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Sewing machine purchase: dealer vs online?

raaaachie | Posted in General Discussion on

Hi all,

I’m starting up a home sewing business and looking to upgrade my machine to the Viking Diamond and possibly purchase a Huskylock (I currently have a Viking Freesia and a Viking Lily).  Prices are ridiculous, as you all know!  Aside from the warrantly concerns, does anyone have any comments on the pros and cons of buying through a dealer vs. buying for less online?

Thanks so much!

Replies

  1. sewchris703 | | #1

    With buying local, you get local after sale service.  Operating lessons, repairs, etc.  Buying from a distance, you could face having to ship the machine for service and only getting replies to questions by email or phone.

    On a side note, why do you need to upgrade your machines to more expensive ones?  I use a 1950 Singer Featherweight and an 8 year old Kenmore to sew bridal and reenactment clothing.  My sergers are also well over 5 years old and basic (one 3/4 thread, one 3/4 thread with differential feed).  Just curious.  Machines are individual to each owner, the occasional sewer to professional dressmaker.

    Chris

    1. raaaachie | | #2

      Thanks for your response, Chris.  The price is almost half to buy online, so I just want to be sure the local service is worth the money.  You have a good point about time, distance and live service.

      I'm not looking to upgrade just because the machines are more expensive.  I don't have embroidery options on my current machines, which I'd like to be able to offer, and I don't have a serger, so I'd like to get one, and if I want to go top of the line, now's the time!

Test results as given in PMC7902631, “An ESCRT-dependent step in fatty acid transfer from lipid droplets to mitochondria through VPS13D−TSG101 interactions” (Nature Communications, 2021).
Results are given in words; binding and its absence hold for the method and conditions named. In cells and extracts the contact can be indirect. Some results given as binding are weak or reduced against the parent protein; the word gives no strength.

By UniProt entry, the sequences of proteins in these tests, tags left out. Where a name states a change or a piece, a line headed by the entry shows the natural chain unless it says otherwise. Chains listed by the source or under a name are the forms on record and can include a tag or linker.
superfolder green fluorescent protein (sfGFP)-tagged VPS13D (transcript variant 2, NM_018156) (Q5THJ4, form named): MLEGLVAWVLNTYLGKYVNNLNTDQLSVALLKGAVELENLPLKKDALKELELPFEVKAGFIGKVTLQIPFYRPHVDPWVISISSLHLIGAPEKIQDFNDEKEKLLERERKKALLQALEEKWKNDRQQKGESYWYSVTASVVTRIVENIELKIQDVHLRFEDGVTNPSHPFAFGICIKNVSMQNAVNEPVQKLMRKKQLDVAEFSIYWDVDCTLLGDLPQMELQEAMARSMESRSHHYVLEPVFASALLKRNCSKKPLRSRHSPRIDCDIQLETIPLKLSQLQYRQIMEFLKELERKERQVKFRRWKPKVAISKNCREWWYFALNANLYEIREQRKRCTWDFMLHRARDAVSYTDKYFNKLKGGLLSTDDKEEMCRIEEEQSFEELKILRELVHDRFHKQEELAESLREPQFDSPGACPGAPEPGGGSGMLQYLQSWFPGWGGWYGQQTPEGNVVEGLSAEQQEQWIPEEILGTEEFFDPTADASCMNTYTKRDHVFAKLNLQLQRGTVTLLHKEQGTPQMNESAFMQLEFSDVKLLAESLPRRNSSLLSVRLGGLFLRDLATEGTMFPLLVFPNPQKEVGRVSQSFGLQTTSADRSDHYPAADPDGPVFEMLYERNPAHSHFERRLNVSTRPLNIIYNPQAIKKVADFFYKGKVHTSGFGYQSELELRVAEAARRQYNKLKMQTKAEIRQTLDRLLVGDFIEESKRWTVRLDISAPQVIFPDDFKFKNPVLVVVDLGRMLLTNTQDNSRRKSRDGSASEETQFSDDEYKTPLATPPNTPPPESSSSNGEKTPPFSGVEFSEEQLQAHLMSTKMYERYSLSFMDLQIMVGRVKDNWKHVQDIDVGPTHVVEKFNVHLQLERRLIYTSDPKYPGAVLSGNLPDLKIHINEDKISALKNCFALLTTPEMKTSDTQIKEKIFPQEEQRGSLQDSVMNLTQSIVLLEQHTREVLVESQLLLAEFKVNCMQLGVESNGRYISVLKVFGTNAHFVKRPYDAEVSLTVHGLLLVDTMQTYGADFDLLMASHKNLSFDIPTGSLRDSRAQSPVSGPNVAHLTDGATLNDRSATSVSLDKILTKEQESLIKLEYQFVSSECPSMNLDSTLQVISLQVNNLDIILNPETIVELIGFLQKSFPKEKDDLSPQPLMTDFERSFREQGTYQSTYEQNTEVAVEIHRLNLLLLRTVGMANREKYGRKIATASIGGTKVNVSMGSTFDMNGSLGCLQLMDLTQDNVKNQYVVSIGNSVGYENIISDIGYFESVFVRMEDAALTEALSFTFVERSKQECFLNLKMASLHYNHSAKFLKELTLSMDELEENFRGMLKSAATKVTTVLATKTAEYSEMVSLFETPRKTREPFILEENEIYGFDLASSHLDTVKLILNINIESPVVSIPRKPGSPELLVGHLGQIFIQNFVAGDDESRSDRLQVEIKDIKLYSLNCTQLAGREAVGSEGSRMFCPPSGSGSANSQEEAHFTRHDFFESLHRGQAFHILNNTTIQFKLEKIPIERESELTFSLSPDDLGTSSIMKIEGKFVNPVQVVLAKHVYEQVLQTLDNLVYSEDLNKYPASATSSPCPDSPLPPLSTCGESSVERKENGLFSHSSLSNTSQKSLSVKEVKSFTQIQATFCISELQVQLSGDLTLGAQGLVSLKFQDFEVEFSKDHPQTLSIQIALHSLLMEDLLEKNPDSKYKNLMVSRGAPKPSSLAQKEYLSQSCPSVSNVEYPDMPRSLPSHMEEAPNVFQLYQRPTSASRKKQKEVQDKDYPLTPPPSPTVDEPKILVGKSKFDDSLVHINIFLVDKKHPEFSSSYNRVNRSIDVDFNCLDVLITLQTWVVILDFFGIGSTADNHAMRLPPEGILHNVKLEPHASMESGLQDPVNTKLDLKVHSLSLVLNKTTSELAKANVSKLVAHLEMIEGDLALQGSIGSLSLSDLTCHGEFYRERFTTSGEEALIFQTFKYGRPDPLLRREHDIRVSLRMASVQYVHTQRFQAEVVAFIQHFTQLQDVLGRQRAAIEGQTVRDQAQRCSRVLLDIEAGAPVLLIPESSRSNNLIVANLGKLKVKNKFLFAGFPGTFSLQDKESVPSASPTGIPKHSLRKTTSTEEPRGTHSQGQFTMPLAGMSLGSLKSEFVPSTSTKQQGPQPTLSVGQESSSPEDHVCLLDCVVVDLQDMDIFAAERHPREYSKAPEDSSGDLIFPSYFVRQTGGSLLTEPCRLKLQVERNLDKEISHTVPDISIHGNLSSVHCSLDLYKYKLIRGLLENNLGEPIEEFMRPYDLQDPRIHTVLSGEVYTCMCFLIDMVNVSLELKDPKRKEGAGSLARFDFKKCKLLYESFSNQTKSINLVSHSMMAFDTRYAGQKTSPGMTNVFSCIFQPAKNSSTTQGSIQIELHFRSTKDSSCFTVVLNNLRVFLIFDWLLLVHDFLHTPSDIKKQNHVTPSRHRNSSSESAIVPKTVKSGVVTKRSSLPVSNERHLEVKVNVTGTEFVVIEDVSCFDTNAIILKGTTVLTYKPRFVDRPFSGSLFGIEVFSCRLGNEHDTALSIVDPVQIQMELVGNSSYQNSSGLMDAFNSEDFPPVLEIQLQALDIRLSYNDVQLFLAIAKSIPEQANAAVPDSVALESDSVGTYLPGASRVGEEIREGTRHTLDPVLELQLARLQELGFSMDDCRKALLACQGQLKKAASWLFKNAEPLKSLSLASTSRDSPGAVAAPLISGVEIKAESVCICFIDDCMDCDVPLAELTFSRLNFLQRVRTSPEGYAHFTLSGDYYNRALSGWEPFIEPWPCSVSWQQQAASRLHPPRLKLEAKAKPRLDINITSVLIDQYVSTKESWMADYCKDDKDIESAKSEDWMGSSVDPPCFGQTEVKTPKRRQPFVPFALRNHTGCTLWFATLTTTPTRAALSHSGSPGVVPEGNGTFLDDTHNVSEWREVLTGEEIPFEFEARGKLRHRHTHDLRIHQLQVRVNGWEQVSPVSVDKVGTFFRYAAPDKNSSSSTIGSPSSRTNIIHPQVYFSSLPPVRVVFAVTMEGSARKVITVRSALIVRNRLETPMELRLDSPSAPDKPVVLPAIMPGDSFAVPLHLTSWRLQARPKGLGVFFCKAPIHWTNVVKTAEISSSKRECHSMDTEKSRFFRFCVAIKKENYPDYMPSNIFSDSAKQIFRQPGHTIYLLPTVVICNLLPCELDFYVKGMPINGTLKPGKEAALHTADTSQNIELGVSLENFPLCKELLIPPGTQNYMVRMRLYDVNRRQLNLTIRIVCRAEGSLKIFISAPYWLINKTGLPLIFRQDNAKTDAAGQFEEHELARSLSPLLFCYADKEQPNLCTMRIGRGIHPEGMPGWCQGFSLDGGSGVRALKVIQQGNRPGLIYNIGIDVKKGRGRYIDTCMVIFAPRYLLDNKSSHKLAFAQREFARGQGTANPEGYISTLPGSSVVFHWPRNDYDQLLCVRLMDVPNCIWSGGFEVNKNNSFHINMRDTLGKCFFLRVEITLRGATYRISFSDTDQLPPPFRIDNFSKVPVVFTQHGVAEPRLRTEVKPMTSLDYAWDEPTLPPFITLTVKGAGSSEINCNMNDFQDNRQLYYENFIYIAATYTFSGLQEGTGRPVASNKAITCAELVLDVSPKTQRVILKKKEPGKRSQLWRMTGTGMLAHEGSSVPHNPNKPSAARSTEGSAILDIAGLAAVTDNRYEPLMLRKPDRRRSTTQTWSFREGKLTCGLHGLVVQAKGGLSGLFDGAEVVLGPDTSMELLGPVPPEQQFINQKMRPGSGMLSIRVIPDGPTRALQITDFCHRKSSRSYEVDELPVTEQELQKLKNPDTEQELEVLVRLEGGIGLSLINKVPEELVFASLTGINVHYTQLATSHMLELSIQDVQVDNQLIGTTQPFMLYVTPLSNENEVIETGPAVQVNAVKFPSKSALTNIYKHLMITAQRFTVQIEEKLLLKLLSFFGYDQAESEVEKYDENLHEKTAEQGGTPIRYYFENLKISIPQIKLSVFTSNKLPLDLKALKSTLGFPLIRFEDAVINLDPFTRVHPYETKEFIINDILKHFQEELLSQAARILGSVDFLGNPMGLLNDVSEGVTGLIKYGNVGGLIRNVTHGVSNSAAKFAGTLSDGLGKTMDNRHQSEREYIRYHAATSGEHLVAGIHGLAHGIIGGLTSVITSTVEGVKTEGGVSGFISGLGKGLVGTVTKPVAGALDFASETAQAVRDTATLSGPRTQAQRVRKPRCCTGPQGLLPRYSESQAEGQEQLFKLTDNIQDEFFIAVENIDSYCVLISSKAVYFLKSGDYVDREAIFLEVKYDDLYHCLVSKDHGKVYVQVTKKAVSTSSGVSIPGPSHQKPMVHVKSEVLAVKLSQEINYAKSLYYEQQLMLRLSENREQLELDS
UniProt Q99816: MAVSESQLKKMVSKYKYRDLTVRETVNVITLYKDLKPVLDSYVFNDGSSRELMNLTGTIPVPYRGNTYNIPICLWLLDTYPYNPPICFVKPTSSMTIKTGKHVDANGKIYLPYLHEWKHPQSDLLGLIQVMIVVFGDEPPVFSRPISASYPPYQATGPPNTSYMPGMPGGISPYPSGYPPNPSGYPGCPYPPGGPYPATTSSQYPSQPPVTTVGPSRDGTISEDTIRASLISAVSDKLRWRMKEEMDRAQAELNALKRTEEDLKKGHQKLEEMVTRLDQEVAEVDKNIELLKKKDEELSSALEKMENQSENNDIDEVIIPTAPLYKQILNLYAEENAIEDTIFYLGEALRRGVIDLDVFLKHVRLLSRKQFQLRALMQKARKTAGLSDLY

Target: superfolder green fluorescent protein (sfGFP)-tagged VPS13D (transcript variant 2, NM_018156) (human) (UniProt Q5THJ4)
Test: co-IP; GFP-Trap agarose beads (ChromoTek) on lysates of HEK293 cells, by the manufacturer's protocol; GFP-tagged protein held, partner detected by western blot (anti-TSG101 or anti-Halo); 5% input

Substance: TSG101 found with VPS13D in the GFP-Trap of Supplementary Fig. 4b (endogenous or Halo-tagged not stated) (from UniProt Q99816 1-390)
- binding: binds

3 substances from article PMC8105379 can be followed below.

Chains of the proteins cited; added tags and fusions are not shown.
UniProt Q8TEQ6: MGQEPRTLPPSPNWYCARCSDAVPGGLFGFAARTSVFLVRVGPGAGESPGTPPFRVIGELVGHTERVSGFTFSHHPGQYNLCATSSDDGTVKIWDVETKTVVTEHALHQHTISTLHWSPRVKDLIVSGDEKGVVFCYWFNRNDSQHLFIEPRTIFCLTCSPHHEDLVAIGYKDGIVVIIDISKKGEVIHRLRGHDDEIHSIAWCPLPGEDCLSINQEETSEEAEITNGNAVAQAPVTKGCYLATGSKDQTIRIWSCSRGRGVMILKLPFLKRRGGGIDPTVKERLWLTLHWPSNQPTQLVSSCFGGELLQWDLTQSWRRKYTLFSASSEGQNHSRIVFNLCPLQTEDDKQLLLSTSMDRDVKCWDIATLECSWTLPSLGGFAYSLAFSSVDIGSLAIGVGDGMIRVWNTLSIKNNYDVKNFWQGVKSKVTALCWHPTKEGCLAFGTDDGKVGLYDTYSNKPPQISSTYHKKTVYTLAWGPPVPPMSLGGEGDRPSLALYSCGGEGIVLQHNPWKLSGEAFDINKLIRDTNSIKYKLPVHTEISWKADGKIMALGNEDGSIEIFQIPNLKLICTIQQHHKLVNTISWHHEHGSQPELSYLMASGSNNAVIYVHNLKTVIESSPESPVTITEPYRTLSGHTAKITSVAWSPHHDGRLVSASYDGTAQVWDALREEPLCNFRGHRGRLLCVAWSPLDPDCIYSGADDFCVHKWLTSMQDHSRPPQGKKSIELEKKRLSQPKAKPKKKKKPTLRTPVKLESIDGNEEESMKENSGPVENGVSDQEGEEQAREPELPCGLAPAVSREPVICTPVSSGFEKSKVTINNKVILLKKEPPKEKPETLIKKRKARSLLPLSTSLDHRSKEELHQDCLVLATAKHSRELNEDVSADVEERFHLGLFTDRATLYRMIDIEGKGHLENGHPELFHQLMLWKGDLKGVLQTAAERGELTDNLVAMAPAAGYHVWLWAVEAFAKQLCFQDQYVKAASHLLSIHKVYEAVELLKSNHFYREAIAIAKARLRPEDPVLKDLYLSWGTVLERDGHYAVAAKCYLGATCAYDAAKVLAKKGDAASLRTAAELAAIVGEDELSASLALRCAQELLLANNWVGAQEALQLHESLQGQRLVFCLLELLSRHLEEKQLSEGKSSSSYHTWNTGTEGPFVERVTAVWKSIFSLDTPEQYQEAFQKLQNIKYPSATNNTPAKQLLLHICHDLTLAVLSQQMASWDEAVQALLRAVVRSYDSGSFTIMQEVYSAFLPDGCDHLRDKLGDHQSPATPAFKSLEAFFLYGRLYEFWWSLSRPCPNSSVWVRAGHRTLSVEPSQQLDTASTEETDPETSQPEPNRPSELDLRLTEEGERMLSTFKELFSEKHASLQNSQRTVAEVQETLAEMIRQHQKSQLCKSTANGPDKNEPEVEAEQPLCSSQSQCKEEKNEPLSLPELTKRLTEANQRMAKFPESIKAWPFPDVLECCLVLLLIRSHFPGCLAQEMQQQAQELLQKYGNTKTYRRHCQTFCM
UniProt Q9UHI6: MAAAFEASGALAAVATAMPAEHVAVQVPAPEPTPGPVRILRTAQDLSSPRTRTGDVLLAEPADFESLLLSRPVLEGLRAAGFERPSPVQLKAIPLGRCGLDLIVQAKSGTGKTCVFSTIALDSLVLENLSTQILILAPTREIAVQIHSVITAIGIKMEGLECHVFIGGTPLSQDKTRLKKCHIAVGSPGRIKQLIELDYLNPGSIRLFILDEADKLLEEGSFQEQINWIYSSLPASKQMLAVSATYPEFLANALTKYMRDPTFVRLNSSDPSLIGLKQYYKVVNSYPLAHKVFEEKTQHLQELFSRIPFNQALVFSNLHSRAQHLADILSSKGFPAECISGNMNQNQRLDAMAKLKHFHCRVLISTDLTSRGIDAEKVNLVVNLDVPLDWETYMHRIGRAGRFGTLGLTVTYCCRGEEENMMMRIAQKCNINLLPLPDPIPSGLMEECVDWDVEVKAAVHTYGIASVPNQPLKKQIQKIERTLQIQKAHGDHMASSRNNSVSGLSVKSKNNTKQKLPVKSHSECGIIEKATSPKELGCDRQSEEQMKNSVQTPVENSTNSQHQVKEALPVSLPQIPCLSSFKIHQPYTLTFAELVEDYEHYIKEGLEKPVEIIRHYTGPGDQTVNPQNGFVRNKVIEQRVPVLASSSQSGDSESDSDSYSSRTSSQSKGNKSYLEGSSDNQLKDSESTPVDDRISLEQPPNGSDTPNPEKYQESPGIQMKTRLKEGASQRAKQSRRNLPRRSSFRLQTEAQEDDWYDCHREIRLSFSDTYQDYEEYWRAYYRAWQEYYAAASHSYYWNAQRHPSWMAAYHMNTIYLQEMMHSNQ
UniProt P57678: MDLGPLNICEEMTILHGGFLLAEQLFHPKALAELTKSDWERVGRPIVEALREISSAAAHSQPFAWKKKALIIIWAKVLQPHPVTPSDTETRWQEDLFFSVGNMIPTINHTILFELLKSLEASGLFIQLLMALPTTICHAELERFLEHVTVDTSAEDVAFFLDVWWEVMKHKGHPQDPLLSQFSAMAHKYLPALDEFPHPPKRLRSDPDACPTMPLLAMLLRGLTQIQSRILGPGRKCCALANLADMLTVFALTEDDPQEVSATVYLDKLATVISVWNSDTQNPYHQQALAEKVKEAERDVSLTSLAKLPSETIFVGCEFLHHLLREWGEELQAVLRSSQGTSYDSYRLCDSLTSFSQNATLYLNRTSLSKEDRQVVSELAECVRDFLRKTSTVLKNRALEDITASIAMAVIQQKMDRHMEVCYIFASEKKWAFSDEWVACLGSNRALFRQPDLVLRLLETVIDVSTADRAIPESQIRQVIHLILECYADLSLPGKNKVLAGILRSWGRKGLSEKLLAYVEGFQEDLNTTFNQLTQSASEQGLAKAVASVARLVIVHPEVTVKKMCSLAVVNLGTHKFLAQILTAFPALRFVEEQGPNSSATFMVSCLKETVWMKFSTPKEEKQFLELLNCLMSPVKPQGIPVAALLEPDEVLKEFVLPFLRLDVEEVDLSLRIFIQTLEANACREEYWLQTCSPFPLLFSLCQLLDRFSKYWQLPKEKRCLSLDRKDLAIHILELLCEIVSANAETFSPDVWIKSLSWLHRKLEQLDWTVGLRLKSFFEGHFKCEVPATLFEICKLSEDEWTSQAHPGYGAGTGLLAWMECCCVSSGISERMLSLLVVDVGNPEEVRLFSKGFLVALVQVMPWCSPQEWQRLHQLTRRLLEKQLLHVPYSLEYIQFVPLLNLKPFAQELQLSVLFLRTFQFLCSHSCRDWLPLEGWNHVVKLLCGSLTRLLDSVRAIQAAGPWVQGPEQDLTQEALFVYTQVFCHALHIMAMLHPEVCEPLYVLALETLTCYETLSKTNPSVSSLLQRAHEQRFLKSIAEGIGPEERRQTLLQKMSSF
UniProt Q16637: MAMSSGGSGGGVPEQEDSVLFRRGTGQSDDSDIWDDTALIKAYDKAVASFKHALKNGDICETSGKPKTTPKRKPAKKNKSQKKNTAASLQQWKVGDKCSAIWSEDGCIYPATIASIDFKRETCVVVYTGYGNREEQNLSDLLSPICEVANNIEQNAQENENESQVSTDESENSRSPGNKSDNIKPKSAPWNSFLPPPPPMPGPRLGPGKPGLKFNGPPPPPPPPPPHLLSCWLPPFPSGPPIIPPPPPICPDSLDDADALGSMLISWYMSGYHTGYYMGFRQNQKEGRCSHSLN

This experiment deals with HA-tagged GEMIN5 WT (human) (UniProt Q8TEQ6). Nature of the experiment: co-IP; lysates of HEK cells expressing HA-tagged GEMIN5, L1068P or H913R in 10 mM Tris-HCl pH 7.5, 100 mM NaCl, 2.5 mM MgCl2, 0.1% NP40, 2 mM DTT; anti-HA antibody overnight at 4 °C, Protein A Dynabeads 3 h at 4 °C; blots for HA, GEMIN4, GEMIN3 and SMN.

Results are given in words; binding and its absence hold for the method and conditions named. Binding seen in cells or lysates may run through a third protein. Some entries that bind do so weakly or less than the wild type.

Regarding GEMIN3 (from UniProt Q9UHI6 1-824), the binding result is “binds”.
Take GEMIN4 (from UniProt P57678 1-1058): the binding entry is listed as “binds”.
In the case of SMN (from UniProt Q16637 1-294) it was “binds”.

1. stillsuesew | | #3

        I agree that buying from a dealer is a better way to go.  We want them to be there when we need them, providing repairs and parts and the specialty threads and feet that we need, but we don't want to give them the extra $ when it comes to purchasing.  Someday I'm afraid we will have to do all our purchasing on line because there will not be any stores left.

      2. sewchris703 | | #4

        While an embroidery option or lots of decorative stitches can be a plus, they also add to the cost of the final product.  A cost that your client might not appreciate enough to pay for.  I don't offer that option for that reason.  My clients, while they love the look, aren't willing to pay for it.  I'll do simple things for those one or 2 clients who know what they are asking for before they ask.  For everyone else, I send them to a local professional embroidery place.  Another thing to consider is that while a sewing/embroidery combo machine is embroidering, you can't sew.  So if I do decide to expand my machine collection, I'll get an embroidery only machine so I can sew while the machine is doing the embroidering.   And out of the 26 different stitches, plus stitch length/width, built-in buttonhole, and needle position adjustments, on my modern machine I really only use 2-3 regularly.

        Chris

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